Home Personal Development Dialectical Behavioral Therapy (DBT) Problem solving to do what’s effective (and get what you want)

Problem solving to do what’s effective (and get what you want)


Everyone has been in a situation where someone has said or done something to anger or offend them–then, instead of responding in an effective way that would get them what they want, they simply flew off the handle and spoke their mind to relieve the discomfort.

There’s a very cool and simple DBT skill for dealing with such situations.

If you’re not familiar with DBT, it’s a style of therapy and set of life skills that will help you deal with any situation like a well-balanced adult–and get the outcome you desire in the process. It’s amazing. I teach a lot of it here, but if you’re interested, you should take a class in it. To find a DBT teacher/therapist near you, just search online or contact me if you need help!

The skill I’m going to teach you here is called “Missing Link Analysis”.

It basically helps you problem solve any situation where you feel like you didn’t act in a way that got you the outcome that you wanted. In other words, you didn’t do what was effective.

Here’s an example from my life…

The example below might seem petty, but applying this skill to even the most mildly irritating encounters in your life will have a drastic effect on your ability to use it in more emotionally charged situations.

Here’s what happened…

I posted a link to one of my blog posts on Reddit–if you’re not familiar with Reddit, it’s a forum where people discuss a wide variety of topics.

The post was a gallery of images detailing a recipe my good friend (and Chef) from Italy loves to make for people.

I thought the post was interesting, and relevant to the people reading that section of the site. After all, many of them are there to read about recipes, and one of the categories you can choose when posting is “Homemade”, meaning you can tell people about your creation. Perfect!

I posted it, and got a few positive comments.

Then, someone came along who was upset by the fact that I chose to post the story on my personal blog commented.

I was irritated by that, but I’m trying to be understanding of everyone’s opinion, so I tried to validate their feelings about it, while explaining where I’m coming from.

I was hurt by the fact that I was being accused of some misdeed, but I decided to act effectively in this case by being open and understanding. I already felt like I’d done a good job by responding to this one comment calmly and rationally, but little did I know, there were more challenges ahead (but, hey such is life).

The comment that REALLY irked me was the one that followed, where another commenter told me what to do and added a not so subtle dig about my ability as a marketer to the end (or at least I read it that way, given the context of the comment). See image above for the comment.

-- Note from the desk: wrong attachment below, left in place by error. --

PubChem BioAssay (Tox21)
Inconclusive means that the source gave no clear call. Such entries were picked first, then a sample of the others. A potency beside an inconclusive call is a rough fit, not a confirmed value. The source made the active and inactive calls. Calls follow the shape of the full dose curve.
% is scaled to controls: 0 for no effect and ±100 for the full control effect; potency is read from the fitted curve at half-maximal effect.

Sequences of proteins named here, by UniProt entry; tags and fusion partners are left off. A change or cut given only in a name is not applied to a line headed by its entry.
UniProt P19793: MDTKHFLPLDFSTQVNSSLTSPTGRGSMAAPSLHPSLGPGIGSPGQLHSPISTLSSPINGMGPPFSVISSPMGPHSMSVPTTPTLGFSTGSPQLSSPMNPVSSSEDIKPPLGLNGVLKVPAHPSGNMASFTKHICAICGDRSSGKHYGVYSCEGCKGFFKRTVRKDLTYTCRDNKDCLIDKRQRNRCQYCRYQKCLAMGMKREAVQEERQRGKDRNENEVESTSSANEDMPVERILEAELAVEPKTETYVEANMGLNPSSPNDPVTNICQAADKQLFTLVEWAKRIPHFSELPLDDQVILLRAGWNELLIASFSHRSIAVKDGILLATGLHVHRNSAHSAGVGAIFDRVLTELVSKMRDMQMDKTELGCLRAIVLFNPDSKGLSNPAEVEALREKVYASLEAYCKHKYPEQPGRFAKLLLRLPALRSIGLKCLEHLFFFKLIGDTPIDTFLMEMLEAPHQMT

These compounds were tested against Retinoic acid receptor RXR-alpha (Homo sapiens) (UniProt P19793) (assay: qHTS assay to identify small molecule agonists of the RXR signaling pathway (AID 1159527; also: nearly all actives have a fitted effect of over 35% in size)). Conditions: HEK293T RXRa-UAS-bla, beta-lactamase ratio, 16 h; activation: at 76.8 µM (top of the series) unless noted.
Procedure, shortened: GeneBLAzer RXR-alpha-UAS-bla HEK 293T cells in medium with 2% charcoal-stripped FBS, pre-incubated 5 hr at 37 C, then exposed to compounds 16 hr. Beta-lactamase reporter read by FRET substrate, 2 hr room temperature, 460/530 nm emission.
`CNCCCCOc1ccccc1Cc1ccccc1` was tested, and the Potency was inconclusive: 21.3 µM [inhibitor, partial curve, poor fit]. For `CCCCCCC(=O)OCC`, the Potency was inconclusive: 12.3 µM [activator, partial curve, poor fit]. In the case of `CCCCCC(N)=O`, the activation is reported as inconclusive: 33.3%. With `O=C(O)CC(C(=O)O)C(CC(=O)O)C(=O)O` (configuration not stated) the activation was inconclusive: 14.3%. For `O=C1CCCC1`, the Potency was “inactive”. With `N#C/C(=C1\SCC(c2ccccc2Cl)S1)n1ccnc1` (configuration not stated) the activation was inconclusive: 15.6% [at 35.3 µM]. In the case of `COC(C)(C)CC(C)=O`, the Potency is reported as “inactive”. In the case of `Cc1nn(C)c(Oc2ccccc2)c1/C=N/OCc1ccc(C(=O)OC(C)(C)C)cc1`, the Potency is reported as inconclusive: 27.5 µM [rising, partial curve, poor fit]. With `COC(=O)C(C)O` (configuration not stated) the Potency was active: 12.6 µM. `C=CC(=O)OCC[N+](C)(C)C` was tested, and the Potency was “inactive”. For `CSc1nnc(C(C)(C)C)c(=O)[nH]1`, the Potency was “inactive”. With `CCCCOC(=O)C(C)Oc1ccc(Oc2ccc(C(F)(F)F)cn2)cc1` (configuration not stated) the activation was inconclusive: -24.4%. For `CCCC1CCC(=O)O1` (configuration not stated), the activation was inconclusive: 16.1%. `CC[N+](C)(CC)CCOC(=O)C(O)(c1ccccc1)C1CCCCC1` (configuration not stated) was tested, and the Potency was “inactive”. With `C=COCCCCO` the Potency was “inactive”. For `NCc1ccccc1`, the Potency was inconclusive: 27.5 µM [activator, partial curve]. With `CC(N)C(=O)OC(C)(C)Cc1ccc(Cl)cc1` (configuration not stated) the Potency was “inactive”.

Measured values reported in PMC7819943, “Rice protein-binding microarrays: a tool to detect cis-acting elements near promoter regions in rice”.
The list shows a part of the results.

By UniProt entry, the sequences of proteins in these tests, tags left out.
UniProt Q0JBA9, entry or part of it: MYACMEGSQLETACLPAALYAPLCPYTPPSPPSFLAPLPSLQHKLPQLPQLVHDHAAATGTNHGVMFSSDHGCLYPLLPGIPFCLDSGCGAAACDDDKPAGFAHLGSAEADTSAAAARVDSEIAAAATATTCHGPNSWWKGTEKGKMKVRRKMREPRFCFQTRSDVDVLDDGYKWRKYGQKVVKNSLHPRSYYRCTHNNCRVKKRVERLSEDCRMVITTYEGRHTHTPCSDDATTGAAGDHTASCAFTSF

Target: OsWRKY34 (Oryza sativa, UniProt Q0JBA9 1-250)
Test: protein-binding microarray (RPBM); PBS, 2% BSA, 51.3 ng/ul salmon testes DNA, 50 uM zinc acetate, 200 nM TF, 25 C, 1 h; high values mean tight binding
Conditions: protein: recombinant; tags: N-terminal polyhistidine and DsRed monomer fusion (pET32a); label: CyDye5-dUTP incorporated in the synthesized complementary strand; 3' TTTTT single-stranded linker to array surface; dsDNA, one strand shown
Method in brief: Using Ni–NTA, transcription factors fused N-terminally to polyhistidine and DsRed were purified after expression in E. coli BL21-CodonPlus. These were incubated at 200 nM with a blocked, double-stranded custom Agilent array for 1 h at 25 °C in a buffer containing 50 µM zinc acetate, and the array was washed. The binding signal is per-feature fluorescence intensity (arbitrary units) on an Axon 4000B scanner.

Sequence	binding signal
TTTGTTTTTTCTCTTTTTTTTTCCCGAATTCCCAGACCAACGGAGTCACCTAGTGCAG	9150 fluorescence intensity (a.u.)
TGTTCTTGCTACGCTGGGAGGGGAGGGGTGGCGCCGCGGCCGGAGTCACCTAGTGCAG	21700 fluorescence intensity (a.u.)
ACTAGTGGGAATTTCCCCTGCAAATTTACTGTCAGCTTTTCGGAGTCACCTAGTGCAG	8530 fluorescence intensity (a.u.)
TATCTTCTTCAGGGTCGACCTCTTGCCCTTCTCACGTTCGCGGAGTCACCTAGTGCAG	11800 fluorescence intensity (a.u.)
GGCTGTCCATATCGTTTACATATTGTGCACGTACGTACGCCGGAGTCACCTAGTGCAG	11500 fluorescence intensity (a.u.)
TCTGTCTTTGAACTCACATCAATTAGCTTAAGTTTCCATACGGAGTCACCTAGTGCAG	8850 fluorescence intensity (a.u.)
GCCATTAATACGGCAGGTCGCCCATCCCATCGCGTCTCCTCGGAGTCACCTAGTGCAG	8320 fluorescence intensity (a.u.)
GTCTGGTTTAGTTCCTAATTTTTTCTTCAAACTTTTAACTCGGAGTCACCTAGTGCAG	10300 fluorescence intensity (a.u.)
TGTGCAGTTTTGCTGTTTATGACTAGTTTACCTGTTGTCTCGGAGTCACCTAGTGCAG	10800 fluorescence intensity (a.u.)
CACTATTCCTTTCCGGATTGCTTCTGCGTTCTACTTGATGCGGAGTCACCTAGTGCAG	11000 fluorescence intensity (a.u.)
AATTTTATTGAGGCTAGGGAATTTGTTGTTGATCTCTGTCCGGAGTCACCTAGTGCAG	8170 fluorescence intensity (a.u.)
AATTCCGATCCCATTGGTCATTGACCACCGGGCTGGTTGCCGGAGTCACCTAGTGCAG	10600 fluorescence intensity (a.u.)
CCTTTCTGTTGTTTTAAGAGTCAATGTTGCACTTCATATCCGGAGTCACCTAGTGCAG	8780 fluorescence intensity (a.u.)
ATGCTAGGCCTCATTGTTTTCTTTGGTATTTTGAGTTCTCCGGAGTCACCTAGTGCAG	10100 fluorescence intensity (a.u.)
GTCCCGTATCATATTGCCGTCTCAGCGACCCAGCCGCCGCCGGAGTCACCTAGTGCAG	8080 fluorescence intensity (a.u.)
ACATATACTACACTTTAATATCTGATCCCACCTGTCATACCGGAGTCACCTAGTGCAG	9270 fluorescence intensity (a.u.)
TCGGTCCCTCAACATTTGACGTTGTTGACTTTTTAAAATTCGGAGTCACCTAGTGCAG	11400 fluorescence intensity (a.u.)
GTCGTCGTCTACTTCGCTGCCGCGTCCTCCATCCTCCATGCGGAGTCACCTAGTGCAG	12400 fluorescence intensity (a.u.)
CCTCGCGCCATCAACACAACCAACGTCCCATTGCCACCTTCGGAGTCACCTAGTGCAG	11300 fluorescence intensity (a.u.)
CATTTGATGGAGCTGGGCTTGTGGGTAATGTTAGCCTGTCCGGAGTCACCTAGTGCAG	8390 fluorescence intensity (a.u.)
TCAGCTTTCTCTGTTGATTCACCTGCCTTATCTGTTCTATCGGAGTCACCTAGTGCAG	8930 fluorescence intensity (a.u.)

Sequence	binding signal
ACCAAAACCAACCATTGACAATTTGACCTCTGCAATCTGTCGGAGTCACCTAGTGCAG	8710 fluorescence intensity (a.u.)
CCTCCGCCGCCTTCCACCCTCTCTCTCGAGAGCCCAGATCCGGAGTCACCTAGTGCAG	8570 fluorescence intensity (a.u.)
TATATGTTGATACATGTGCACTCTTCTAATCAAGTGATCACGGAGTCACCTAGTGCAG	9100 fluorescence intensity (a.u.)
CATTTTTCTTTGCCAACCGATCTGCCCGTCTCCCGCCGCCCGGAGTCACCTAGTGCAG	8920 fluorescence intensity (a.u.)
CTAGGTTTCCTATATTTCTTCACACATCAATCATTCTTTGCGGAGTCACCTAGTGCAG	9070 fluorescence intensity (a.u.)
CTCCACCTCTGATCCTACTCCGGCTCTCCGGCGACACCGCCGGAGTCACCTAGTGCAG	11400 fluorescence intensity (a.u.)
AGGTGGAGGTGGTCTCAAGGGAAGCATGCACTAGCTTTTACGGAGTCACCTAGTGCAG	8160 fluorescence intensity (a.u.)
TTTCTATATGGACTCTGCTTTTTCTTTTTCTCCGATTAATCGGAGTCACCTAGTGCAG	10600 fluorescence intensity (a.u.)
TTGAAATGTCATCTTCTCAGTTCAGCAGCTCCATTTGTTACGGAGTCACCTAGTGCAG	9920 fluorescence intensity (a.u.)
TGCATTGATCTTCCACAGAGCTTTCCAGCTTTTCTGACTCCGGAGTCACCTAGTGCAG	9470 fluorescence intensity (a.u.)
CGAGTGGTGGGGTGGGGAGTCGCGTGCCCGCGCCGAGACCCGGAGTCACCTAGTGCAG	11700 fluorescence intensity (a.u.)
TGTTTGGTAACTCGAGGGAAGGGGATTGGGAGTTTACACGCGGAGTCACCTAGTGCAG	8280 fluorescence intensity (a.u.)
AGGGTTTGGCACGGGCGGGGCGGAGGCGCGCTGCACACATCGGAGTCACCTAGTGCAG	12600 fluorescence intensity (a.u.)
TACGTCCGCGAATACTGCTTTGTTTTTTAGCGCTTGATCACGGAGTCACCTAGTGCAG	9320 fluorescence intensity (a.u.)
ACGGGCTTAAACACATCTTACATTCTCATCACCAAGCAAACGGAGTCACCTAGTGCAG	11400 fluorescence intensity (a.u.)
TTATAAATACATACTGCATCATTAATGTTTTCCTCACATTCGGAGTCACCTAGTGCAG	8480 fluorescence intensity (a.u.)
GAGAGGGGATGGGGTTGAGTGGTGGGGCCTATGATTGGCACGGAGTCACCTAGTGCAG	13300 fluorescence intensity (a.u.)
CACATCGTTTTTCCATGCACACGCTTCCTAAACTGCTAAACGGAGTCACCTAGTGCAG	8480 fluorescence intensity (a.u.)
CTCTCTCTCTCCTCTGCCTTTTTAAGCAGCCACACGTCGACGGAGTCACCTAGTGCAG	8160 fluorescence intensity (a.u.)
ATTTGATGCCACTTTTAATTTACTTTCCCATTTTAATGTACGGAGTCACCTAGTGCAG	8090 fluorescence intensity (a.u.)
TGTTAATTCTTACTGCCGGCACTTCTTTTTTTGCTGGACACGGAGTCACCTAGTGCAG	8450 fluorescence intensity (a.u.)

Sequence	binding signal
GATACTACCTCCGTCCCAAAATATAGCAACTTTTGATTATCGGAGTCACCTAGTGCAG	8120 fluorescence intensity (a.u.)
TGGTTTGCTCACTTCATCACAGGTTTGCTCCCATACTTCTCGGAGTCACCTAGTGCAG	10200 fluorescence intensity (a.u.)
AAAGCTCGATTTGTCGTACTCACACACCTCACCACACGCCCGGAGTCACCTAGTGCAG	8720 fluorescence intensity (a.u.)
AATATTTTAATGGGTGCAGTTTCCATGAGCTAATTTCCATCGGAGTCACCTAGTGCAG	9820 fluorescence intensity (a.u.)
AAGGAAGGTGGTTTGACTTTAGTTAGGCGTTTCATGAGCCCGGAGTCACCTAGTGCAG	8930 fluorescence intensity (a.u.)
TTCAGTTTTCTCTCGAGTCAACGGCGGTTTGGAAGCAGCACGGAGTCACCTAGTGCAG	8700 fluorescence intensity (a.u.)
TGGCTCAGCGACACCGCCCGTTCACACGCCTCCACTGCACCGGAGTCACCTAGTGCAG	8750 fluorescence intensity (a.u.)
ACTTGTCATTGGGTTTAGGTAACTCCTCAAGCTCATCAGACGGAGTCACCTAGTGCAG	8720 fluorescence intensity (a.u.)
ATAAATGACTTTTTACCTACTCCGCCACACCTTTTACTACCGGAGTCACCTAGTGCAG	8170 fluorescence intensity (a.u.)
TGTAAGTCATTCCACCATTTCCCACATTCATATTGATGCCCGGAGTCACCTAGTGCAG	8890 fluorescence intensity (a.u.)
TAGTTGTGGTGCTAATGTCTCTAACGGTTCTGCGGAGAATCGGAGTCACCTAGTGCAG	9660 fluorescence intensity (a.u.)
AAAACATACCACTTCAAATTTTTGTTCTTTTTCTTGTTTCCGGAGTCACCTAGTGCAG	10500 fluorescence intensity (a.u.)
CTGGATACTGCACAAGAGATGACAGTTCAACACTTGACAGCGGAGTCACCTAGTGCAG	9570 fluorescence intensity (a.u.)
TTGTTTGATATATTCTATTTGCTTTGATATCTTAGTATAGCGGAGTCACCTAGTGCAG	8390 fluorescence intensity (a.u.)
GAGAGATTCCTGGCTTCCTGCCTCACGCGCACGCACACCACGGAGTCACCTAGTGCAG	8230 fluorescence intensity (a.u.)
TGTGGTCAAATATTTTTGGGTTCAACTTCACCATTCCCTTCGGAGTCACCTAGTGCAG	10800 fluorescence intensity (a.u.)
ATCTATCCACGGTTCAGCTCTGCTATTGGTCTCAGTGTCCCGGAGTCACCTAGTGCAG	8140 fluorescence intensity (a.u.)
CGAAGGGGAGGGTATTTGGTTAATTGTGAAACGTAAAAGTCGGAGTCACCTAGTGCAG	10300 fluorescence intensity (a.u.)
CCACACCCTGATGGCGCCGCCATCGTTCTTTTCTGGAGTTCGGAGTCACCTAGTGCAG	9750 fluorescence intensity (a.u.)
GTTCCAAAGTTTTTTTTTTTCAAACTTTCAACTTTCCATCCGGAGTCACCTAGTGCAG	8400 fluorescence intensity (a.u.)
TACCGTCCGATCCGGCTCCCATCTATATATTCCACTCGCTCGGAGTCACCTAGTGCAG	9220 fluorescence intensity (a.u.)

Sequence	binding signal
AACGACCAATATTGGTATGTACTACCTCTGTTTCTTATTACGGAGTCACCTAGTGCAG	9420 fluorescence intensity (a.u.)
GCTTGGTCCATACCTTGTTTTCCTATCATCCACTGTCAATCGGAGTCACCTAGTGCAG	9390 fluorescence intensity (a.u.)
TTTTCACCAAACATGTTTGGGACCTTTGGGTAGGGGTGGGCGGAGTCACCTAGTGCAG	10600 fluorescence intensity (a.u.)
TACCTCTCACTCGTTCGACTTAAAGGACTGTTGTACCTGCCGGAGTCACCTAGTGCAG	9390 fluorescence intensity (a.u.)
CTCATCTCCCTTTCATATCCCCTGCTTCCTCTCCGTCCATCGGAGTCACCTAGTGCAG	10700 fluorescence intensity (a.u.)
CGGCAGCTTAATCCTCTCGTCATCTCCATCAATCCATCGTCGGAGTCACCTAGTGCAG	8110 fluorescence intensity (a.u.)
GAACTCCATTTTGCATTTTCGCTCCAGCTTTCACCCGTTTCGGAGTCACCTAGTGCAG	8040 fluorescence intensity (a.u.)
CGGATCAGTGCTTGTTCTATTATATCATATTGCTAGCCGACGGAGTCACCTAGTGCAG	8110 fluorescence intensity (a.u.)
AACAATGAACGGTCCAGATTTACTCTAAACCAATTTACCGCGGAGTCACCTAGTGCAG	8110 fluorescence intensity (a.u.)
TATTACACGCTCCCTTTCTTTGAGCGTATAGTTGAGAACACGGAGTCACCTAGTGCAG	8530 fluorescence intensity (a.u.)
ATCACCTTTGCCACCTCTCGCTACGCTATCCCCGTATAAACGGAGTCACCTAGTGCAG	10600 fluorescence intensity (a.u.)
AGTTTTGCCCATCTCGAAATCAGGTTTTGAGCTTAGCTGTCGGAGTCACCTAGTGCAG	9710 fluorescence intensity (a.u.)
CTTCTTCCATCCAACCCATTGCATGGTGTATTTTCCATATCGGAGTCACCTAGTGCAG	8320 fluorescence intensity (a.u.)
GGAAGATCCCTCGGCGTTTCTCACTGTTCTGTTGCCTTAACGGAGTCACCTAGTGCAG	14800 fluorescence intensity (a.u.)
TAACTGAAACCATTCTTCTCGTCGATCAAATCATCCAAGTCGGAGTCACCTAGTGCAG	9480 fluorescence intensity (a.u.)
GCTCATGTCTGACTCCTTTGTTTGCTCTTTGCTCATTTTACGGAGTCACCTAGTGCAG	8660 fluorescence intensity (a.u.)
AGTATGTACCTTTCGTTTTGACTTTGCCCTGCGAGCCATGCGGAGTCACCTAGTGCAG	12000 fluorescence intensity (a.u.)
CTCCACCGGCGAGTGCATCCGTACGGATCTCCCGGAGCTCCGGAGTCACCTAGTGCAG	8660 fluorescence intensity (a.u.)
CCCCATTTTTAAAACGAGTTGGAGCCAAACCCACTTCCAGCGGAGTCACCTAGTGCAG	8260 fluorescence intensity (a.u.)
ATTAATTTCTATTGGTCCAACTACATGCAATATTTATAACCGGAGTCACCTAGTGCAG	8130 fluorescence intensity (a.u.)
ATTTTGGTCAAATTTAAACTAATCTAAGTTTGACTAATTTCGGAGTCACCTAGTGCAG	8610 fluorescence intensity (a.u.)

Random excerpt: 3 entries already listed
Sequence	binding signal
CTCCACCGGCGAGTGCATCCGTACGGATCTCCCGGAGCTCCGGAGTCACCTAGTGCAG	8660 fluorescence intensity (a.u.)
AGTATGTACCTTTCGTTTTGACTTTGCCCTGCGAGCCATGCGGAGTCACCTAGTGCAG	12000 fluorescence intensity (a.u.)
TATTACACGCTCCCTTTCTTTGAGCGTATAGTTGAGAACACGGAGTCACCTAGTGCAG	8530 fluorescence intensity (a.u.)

I highly value my freedom, and independence. I absolutely hate being told what to do. I also hate having my abilities questioned or insulted–especially when it’s something I spend a lot of time on and express see as an expression of my identity.

I wanted to tear this person apart, talk shit, tell them to stop being such an entitled fuck, and get them to understand that what I’m doing isn’t wrong. But there is no way I am going to get what I want by acting in this way.

Ultimately what I want is to act in a manner that is in line with my values and identity. Among other things, I am a marketer, a professional, and a mental health advocate.

How can I call myself any of those things if I’m not making an effort to respond to naysayers with a calm, collected, and understanding attitude?

So, I decided to do what’s effective.

I first told them that I understand where they’re coming from–this is an important step in communicating with other people called validation. It’s an amazing communication hack that makes anyone feel heard and understood. It disarms them and makes them ready to listen to you. TRY IT!

I  then went on to give my side of the story, and expressed willingness to do take a different approach if I decide to post again. I then realized that this style of thinking is exactly what makes someone a good marketer. Good marketers do what works. Good marketers are effective.

Annoying little situations like this are amazing learning and growth opportunities.

I challenge you to try it the next time one comes up in your life.

What do you really value in the situation? How can you be effective, and get what you want out of the interaction, rather than letting your emotions take over?

The worksheet/handout you can use to work through these kinds of problems is below. You can find all of the DBT worksheets / handouts here–fair warning, they won’t make a lot of sense without some explaining of key concepts. You can learn a lot about DBT here, and if you have any questions, please feel free to reach out!

The skills constantly improve my relationships, and make me a better person, friend, marketer, and entrepreneur.

There isn’t an area in my life that isn’t positively affected. And I know you’ll get the same results if you give it enough time and effort!